Simple tips to prevent overindulging this holiday season
Eating well means living well – especially during the holiday season. But with so many temptations available this time of year, it’s easy to get off track with your regular diet and exercise routine.
According to a 2016 New England Journal of Medicine study of nearly 3,000 people in the U.S., Germany and Japan, holiday weight gain typically begins in October of each year with people’s weight increasing, on average, 1.3 pounds during the Christmas-New Year’s season. Then it takes about five months for people to lose the weight they gain over the holidays.
That certainly seems like a not-so-fun cycle of weight gain and weight loss. Why not flip the script this year? Here are a few tips to help you eat well and exercise regularly during the holidays so that there are no unhappy surprises come January 1.
Keep healthy snacks on hand
Shopping and holiday parties mean packed schedules and hours away from home. Avoid high-calorie snacks, like chips and cookies, when you’re hungry and on the go. Instead, pack a bag filled with nutrient-dense foods like nuts, an apple or a cup of high-protein Greek yogurt. This will help you avoid excess sugar highs and energy lows that make you tired.
Eat slowly, take small bites and keep talking
Enjoy your favorite treats of the season but at a slower pace. Research shows that people who eat slowly tend to eat less. This way you can enjoy your favorites without overindulging.
When you go to parties, focus on socializing, not eating. That’s an activity that will actually burn some calories!
Drink lots of water — even at parties
Remember that water is your friend, even at holiday get-togethers. A good rule of thumb is to start with a nonalcoholic, unsweetened drink. Then you can alternate to your “treat” beverage, like a cocktail or soda. For example:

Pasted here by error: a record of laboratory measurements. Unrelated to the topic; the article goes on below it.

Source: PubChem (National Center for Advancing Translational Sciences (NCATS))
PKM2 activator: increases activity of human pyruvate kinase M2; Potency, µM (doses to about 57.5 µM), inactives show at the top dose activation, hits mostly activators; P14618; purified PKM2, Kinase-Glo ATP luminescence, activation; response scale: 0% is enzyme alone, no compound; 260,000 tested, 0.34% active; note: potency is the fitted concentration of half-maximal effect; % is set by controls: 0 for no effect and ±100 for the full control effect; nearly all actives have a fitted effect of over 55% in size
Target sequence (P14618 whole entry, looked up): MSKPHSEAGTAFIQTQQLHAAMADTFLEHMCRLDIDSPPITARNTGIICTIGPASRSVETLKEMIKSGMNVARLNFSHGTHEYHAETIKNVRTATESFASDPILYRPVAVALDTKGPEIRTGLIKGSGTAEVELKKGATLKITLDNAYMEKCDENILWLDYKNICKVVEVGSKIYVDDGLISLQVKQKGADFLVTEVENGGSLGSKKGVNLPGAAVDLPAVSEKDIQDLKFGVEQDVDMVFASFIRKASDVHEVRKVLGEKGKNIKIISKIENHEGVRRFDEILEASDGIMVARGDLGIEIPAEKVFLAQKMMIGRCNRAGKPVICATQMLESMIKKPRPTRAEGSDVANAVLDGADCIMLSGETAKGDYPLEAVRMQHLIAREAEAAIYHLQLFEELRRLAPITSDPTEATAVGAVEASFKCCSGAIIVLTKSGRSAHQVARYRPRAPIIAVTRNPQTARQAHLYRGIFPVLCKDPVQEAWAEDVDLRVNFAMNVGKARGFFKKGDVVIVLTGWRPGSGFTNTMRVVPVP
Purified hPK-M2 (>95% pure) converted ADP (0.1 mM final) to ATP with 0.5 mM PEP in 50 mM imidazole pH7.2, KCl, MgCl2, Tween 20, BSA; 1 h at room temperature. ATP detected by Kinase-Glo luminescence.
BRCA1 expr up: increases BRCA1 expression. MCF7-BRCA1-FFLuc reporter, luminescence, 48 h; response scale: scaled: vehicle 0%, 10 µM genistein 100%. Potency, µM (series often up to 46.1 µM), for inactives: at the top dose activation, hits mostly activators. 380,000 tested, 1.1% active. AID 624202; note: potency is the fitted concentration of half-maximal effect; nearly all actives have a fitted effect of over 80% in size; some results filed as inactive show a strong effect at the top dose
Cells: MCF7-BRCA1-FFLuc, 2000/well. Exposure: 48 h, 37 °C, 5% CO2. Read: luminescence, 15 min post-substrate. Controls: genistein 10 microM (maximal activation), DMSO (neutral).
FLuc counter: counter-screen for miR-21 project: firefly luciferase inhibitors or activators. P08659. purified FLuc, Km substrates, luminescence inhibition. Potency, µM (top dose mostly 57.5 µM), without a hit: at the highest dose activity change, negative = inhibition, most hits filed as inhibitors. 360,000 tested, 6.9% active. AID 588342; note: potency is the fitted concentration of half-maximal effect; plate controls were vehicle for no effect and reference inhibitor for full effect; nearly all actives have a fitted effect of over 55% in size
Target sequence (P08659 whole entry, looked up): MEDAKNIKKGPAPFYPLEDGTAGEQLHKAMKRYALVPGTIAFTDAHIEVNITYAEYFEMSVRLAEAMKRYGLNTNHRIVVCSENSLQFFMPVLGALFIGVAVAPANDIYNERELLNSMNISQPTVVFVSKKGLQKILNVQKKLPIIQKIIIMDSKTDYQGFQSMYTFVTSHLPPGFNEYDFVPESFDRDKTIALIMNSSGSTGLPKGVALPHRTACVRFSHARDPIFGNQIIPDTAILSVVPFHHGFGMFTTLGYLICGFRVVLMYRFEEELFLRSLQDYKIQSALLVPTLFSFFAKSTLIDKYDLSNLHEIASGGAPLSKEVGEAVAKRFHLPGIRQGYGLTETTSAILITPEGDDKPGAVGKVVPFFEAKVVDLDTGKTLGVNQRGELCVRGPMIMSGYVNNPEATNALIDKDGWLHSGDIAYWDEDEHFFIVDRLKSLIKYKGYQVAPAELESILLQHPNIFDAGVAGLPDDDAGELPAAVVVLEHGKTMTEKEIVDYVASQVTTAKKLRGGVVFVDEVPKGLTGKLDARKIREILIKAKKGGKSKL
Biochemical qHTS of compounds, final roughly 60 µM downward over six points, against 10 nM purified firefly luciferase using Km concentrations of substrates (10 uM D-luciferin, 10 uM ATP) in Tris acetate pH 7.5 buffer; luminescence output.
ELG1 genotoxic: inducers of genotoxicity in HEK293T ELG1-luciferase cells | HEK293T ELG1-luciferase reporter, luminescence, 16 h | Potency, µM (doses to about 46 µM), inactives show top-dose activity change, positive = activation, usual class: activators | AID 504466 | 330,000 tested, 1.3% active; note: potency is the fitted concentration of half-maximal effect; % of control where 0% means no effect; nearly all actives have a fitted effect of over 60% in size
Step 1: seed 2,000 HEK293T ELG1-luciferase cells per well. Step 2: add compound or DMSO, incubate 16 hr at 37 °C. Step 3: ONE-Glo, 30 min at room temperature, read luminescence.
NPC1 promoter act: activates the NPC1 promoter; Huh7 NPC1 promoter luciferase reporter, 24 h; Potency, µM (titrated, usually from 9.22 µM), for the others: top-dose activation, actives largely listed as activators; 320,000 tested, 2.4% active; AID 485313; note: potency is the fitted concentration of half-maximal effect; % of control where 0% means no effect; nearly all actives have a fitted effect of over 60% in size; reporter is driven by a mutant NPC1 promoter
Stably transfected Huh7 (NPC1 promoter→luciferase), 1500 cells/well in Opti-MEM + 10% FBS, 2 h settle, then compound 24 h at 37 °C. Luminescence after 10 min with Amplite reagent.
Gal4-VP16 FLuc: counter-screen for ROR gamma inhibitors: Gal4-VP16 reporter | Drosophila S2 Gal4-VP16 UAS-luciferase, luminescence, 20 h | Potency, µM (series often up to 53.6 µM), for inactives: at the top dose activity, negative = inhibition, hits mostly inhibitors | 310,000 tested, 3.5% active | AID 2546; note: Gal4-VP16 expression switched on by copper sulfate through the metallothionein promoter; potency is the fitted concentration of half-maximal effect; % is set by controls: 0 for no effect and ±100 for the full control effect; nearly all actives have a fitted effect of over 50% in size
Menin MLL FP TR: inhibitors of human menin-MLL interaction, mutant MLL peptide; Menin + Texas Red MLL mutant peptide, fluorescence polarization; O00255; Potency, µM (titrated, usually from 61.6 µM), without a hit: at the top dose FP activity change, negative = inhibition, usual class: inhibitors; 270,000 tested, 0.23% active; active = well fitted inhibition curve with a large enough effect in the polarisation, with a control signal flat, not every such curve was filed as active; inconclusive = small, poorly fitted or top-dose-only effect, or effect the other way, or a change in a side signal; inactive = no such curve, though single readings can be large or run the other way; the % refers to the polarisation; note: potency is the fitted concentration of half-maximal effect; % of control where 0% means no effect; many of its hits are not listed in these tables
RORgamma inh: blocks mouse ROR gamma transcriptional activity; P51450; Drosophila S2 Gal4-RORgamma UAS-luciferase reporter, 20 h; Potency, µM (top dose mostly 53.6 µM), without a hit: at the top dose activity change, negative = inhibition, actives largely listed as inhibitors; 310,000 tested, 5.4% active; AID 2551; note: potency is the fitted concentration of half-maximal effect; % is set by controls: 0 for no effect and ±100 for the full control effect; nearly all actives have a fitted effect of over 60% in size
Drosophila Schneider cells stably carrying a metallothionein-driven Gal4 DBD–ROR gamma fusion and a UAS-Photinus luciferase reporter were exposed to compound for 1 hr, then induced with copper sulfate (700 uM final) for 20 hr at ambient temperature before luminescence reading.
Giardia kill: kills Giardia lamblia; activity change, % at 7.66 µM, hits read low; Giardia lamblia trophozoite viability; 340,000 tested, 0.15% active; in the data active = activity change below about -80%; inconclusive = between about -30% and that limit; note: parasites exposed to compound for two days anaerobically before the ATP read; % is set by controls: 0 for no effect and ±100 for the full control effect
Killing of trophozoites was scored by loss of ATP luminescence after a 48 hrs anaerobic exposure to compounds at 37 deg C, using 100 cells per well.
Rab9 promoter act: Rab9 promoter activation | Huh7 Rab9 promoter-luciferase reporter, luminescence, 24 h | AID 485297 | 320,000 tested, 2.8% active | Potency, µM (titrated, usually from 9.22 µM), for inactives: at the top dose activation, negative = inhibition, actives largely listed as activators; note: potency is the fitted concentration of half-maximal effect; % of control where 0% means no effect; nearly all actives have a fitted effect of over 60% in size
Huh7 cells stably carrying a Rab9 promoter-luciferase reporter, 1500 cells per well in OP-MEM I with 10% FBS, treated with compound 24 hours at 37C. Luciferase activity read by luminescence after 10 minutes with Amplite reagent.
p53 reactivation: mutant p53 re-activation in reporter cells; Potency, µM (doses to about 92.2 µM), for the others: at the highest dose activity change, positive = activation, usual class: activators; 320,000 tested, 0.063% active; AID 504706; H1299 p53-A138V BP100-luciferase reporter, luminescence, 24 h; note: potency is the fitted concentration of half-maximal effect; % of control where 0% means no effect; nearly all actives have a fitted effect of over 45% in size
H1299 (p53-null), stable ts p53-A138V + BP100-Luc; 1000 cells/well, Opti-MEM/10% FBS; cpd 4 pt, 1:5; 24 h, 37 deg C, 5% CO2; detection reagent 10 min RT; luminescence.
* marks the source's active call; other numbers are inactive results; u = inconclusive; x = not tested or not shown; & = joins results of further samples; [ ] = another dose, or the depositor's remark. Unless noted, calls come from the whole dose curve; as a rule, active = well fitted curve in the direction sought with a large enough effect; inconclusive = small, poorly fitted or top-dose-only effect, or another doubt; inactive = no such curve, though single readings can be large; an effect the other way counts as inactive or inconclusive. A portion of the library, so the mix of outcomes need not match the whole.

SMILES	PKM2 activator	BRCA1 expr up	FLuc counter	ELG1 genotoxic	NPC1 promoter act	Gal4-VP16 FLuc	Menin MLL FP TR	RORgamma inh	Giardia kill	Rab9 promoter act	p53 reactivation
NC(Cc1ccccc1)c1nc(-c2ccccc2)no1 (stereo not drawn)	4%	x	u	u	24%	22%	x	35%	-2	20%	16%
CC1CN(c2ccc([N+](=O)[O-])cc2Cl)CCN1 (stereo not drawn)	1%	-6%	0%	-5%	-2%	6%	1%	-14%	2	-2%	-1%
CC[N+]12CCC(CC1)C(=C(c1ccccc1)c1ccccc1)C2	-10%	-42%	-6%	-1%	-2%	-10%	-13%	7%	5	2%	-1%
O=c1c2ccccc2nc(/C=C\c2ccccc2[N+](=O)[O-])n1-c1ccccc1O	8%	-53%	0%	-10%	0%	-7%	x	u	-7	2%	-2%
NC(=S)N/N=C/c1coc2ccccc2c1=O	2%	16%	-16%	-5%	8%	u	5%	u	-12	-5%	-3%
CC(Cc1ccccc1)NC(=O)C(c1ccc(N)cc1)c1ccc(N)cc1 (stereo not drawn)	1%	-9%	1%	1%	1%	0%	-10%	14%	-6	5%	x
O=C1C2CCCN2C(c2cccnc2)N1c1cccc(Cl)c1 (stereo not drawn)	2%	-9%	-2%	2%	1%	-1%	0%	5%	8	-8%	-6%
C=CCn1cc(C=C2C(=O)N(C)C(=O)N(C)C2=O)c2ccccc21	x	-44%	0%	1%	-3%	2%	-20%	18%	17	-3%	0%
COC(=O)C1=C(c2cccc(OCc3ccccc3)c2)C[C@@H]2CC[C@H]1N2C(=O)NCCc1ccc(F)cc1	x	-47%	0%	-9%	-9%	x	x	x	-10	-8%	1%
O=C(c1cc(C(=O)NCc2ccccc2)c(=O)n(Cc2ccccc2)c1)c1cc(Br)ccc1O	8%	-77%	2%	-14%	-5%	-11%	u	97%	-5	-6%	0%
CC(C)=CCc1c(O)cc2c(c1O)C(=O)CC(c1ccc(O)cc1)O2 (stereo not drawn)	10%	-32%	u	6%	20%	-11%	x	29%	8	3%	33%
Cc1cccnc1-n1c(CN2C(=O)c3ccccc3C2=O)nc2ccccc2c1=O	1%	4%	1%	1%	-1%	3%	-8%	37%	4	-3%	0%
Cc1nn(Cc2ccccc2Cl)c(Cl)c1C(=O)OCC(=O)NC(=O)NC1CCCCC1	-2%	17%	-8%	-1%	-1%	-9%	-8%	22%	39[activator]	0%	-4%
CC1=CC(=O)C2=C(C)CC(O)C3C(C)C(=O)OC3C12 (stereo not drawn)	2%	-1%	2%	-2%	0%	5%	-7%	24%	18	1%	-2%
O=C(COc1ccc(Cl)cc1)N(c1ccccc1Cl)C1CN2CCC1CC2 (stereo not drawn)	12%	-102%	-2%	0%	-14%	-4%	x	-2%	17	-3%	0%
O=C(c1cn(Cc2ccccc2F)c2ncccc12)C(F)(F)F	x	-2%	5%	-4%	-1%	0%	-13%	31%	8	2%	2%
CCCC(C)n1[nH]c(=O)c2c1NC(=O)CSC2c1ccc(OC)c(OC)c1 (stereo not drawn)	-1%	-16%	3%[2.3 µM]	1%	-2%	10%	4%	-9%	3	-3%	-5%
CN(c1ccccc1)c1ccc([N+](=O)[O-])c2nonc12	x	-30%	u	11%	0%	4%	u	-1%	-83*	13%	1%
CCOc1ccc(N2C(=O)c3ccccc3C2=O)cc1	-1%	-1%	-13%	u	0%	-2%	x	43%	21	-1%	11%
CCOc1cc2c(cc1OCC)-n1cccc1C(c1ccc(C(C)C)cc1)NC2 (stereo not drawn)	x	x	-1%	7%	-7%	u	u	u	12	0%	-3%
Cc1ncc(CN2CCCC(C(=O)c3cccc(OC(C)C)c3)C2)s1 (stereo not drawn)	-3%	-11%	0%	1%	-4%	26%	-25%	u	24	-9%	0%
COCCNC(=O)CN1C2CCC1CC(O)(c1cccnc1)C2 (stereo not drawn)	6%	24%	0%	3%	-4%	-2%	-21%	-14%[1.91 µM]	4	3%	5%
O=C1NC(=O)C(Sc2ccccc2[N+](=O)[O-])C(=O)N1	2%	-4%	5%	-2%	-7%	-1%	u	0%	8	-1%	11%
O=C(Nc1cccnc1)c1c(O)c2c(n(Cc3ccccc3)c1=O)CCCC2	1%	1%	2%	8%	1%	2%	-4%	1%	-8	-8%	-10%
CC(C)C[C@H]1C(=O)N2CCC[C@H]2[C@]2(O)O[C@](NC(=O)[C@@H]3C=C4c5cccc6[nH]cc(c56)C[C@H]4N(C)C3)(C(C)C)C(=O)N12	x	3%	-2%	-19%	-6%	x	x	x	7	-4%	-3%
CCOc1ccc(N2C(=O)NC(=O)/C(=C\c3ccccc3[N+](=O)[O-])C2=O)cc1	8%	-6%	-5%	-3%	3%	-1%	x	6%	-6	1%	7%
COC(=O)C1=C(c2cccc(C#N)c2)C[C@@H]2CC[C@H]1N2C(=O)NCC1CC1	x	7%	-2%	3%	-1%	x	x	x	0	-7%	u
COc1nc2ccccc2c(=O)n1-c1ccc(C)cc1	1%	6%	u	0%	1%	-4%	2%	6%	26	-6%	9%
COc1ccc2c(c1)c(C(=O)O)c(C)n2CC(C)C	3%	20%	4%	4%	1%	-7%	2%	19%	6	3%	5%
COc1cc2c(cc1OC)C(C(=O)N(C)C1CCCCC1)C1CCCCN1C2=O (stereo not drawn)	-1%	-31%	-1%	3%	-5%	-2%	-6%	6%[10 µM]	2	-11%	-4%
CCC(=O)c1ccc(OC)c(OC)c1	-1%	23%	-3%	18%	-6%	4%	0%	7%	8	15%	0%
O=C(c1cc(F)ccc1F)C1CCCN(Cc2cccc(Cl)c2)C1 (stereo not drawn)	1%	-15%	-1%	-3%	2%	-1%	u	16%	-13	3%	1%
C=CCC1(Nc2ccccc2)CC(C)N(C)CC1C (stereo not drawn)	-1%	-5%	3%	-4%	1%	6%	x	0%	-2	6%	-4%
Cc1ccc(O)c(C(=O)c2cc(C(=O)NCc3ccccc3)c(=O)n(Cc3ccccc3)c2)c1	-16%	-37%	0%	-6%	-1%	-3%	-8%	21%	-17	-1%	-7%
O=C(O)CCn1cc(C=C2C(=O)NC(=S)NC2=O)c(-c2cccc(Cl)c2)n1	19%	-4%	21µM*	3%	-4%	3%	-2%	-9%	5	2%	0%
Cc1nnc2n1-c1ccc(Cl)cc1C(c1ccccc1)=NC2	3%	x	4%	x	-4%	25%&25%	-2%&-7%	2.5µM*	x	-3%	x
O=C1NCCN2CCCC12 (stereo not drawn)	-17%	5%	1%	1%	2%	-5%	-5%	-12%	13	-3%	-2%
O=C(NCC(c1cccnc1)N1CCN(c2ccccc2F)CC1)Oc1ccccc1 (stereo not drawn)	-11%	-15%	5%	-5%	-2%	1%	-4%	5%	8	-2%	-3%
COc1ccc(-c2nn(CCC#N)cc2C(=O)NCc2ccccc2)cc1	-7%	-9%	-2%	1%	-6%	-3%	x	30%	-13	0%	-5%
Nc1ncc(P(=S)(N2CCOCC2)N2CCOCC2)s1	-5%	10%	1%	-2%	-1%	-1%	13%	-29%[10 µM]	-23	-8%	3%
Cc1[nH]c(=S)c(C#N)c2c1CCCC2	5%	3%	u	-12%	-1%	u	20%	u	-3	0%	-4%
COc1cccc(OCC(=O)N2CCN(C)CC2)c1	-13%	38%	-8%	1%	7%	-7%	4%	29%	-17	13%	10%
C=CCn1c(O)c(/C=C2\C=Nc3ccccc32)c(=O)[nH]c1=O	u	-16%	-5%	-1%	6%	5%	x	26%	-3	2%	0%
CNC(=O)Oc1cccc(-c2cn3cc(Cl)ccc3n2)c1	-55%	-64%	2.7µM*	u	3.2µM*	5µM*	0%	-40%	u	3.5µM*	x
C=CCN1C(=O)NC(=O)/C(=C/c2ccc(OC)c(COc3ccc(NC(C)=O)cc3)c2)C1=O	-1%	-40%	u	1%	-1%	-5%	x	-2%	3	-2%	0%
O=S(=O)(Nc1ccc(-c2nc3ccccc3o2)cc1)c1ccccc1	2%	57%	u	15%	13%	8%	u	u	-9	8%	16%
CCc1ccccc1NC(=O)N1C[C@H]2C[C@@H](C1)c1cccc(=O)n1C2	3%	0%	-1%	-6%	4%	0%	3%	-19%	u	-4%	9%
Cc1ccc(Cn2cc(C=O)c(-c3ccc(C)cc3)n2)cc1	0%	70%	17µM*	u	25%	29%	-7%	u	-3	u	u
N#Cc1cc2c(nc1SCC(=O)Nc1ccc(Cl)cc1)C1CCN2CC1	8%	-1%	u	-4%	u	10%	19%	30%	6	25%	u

- Drink 1: Water with a lemon wedge
- Drink 2: Your “treat” beverage
- Drink 3: Another glass of water
- Drink 4: Your “treat” beverage
Switch permanently to unsweetened, nonalcoholic drinks at least an hour before you plan to leave. Alternating your drinks will help reduce your sugar and alcohol intake. Remember, too, that many alcoholic drinks are filled with empty calories. Eggnog coffee drinks with whipped cream, hot toddies and spiced rum consist of hundreds of calories.
Portion out desserts
Before you serve dessert, take a moment to cut cakes, pies and other treats into smaller pieces. The smaller portions will help you and your loved ones keep calorie counts lower and help make sure there’s enough for everyone to enjoy.
Also remember to set your limits. Many times, we eat food or have seconds just to please the hostess. It’s ok to politely say, “No thank you. I am full!”
Never go to a party hungry
This may be one of the most important tips in this article. Don’t try to save up your calories by starving yourself all day before a party. The hungrier you are, the less likely you are to remain in control. Pick up a plate and fill it up once.
Recover from food hangovers
Don’t beat yourself up if you overindulge one day. Treat your body right the next day by eating clean. Avoid refined carbohydrates (like bread and sweets), drink lots of water and eat plenty of vegetables with lean protein. Try to keep your holiday eating to the holiday itself, not the entire holiday season.
Calories in, calories out. Deliberately schedule time to work out in the morning before your day is filled up with holiday events. When shopping, park farther away and take the stairs with your packages. Lift up your packages as you walk like you would lift weights.
Invite your family and friends to get active with you. Enjoy the season outdoors – on the slopes, on the hills in sleds or snowshoes or on the ice. If it’s not too chilly, power walk one evening to see the neighborhood lights.
– Patricia Dietzgen, D.O., is a family medicine physician practicing at the Kaiser Permanente Frisco medical offices